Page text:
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The Heat of the Sun: The Music

Listen on Spotify to the music from the book

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Music from The Heat of the Sun

There are many references to music in The Heat of the Sun, and we’ve put together a playlist on Spotify so you can listen to it yourself. We couldn’t find it all. Some of the music is imaginary, notably Puccini’s Tartarin, the opera based on Alphonse Daudet’s 1872 novel Tartarin de Tarascon, a project the real-life Puccini abandoned. Some of it is very obscure. But here’s an hour of music, and here’s what it is:

(1) SOME OF THESE DAYS. Sophie Tucker’s famous theme song. Woodley Sharpless first encounters Trouble to the sound of this record – well, not this one exactly, because Trouble would have played the original 1911 version, which isn’t on Spotify but is on YouTube:

(2) NOBODY LOVES A FAT GIRL. Sophie Tucker was one of the great characters of the twentieth century. Her long career extended from the days of vaudeville to the days of the Beatles (Paul McCartney, at the 1963 Royal Command Performance, famously called her their “favourite American group”). Her sheer panache is wonderful.

(3) FEAR NO MORE THE HEAT OF THE SUN. The celebrated funeral song from Shakespeare’s Cymbeline, here in the Gerald Finzi version. In the book, Trouble actually sings (and as a tenor) the version by Sir Hubert Parry. We can’t, alas, find a recording of that, but the sheet music is in Charles Vincent’s 1906 anthology Fifty Shakspere Songs.

(4) DONNA NON VIDI MAI. Reference, at Kate Pinkerton’s tea party, to “a new production of Manon Lescaut” gives us pretext for this sublime Puccini aria, sung here by Pavarotti. The title means “Never have I seen such a woman.”

(5) THREE LITTLE MAIDS FROM SCHOOL. Trouble has a disturbing experience during a production of The Mikado, specifically while this song is performed.

(6) NOBODY’S SWEETHEART. Celebrated 1920s bandleader Paul Whiteman makes a cameo appearance in the book. This is the sort of thing he might have been playing at the party in the penthouse.

(7) WHAT’LL I DO. My reference to this great Irving Berlin song was in fact cut, but let’s have it anyway. I first heard this song over the opening credits to the Redford-Farrow version of The Great Gatsby, and have always associated it with a peculiarly 1920s form of yearning. How lovely pop music used to be.

(8) VIENNA BLOOD, OP. 354 (WALTZ). “As we entered the palazzo, the swooning tones of a full orchestra, reeling its way through a Strauss waltz, encircled us in silky skeins …” Now we’re into the ball scene which climaxes the second act of the novel.

(9) ONE FINE DAY, or “Un bel dì vedremo,” is the emotional core of Madame Butterfly, performed here by another great tragic heroine, Maria Callas. One fine day his ship will return; she’ll see it in the harbour; she’ll wait and wait; at last, she’ll see him climbing the hill towards her house; at first he’ll be a mere speck, but the speck will grow larger; approaching, he’ll call her name as he once used to do; she shall await him with unshakeable faith … In these few minutes, Puccini encapsulates the longing of all the world.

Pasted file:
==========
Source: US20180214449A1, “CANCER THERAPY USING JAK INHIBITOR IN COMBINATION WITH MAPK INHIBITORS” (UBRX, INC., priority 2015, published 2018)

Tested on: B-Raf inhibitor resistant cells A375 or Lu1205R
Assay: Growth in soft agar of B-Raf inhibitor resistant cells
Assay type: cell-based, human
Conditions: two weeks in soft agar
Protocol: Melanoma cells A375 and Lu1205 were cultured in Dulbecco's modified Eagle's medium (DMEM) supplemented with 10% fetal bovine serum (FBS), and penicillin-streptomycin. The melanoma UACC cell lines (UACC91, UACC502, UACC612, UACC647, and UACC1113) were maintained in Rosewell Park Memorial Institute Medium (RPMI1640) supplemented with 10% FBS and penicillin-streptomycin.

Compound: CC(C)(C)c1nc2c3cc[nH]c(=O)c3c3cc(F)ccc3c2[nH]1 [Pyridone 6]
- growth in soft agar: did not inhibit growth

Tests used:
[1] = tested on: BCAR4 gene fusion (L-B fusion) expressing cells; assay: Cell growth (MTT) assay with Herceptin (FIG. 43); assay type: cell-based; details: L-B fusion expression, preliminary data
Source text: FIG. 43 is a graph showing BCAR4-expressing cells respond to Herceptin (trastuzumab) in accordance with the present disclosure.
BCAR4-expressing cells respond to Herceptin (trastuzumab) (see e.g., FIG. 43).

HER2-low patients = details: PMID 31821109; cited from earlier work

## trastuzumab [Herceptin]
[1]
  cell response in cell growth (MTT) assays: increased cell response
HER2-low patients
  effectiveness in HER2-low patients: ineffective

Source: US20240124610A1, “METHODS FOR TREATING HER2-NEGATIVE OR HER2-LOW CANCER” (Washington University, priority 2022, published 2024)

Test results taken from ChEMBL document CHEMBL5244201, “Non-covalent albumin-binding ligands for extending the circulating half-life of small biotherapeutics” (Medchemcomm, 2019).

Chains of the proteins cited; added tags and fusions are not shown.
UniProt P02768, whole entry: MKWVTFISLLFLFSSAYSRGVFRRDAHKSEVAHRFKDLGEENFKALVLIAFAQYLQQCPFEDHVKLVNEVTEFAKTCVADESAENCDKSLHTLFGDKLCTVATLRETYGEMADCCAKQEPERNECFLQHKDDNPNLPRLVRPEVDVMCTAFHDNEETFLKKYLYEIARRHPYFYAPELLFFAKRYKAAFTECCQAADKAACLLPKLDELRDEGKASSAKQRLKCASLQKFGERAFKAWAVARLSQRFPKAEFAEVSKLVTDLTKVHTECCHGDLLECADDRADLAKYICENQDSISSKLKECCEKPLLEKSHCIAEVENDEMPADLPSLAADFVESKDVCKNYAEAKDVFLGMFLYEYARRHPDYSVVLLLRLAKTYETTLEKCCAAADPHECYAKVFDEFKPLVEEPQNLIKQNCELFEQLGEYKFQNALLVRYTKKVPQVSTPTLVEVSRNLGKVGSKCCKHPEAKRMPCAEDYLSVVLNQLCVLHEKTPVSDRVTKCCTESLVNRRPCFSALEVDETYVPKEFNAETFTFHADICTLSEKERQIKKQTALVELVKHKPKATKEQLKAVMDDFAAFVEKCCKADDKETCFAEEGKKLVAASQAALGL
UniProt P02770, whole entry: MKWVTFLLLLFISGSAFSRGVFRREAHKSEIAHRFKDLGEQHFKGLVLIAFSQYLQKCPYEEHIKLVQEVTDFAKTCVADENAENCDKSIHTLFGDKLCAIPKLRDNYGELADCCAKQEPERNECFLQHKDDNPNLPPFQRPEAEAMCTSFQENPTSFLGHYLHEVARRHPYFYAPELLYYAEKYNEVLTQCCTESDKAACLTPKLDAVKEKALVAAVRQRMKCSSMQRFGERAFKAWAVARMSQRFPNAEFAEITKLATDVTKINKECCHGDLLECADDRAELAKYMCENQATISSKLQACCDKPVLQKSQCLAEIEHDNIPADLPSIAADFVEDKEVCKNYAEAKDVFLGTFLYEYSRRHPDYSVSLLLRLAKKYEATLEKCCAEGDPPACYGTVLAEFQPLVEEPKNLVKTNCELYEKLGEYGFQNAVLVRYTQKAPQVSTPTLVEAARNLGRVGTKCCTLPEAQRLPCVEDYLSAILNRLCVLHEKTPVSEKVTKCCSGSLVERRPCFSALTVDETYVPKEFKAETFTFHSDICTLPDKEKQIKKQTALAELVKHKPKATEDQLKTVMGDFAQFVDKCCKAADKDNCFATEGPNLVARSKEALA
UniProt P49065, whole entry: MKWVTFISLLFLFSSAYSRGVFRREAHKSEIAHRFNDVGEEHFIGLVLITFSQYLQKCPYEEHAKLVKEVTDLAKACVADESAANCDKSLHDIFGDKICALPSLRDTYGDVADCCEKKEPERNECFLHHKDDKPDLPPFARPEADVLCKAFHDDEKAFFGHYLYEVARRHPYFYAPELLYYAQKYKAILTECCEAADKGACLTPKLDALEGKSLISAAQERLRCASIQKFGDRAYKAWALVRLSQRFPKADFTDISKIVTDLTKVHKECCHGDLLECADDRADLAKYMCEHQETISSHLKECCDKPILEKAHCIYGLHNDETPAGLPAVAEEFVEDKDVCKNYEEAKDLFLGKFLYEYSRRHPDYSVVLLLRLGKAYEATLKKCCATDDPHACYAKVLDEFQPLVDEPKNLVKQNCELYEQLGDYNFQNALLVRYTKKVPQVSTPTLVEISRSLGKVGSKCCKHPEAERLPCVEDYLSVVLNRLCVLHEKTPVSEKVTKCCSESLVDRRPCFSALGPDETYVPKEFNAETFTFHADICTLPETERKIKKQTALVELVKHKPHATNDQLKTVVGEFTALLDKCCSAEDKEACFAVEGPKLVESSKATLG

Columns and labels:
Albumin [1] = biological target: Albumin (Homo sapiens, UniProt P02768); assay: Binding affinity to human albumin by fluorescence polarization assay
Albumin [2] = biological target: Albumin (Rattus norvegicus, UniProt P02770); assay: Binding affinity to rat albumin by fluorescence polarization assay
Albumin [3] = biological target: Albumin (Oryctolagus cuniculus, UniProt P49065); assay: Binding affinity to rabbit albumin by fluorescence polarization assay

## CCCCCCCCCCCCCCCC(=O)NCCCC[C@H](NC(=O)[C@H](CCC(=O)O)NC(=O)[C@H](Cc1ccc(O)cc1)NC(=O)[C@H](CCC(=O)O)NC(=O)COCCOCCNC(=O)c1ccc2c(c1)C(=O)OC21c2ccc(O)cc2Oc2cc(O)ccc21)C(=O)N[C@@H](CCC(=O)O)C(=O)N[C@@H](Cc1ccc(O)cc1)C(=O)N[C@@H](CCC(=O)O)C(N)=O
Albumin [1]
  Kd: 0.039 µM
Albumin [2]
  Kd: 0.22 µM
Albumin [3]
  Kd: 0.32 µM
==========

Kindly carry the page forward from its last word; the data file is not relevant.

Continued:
(10) JAPANESE PEACE SONG. We’re in Japan. But peace won’t last for long …

(11) O MIMI, TU PUI NON TORNI. “O Mimi, will you not return?” From La Boheme, as performed by Caruso. Yamadori, in the book, probably didn’t do it as well.

(12) NAGASAKI. “Back in Nagasaki where the fellas chew tobaccy and the women wicky-wacky-woo …” Everybody, but everybody, recorded this celebrated novelty song from 1928, including Django Reinhardt, which gives us an opportunity to hear that extraordinary jazz guitarist.

(13) THE JAPANESE SANDMAN. From a great jazz guitarist to a great jazz cornettist. I could listen endlessly to Bix Beiderbecke, and love this dreamy and exotic recording from 1928.

(14) YES, MY DARLING DAUGHTER. It’s wartime, and Glenn Miller has gone missing in the foggy air somewhere over the English channel. The great bandleader’s disappearance – he took off on a flight that never came back – must be the most haunting exit in the history of showbusiness. I find something haunting in this record too, as if it means more than it says.

(15) BLUE RIVER. Sophie Tucker, Trouble’s boyhood idol, continues to provide a soundtrack to his story. There’s also a terrific version of this 1927 song by one of Bix Beiderbecke’s bands.

(16) BATTER MY HEART … The John Donne sonnet, with its reference to the “three-person’d God,” from which Oppenheimer chose the name “Trinity” for the first atomic bomb test. This is Benjamin Britten’s dramatic musical setting.

(17) SENTIMENTAL JOURNEY. Doris Day’s first hit, as vocalist with the Les Brown band, was playing from every jukebox in America as the troops came home from the war. (How young she sounds here! Her great voice was only to get better as the years went by.)

(18) FEAR NO MORE THE HEAT OF THE SUN. Shakespeare’s lyric, reprised in spoken-word form by great English actress Dame Edith Evans. Now where can we hear voices like that today?

(19) CON ONOR MUORE. The climactic scene from Madame Butterfly. The title means “to die with honour,” reflecting the words on the dagger Butterfly has inherited from her father: “Die with honour when you can no longer live with honour.” Civilisation has not been in vain when it has brought us Puccini and Maria Callas.

(20) MADE IN JAPAN. Buck Owens could lift even a run of the mill song with his wonderful undertow of melancholy. I’ve always loved this 1972 hit. How does it figure in the book? Well, it does … The lyric about the “transistor radio,” for all its bathos, is strangely moving, I find.

(21) SOME OF THESE DAYS. In my end is my beginning … Sophie Tucker reprises her immortal hit in a recording from World War II.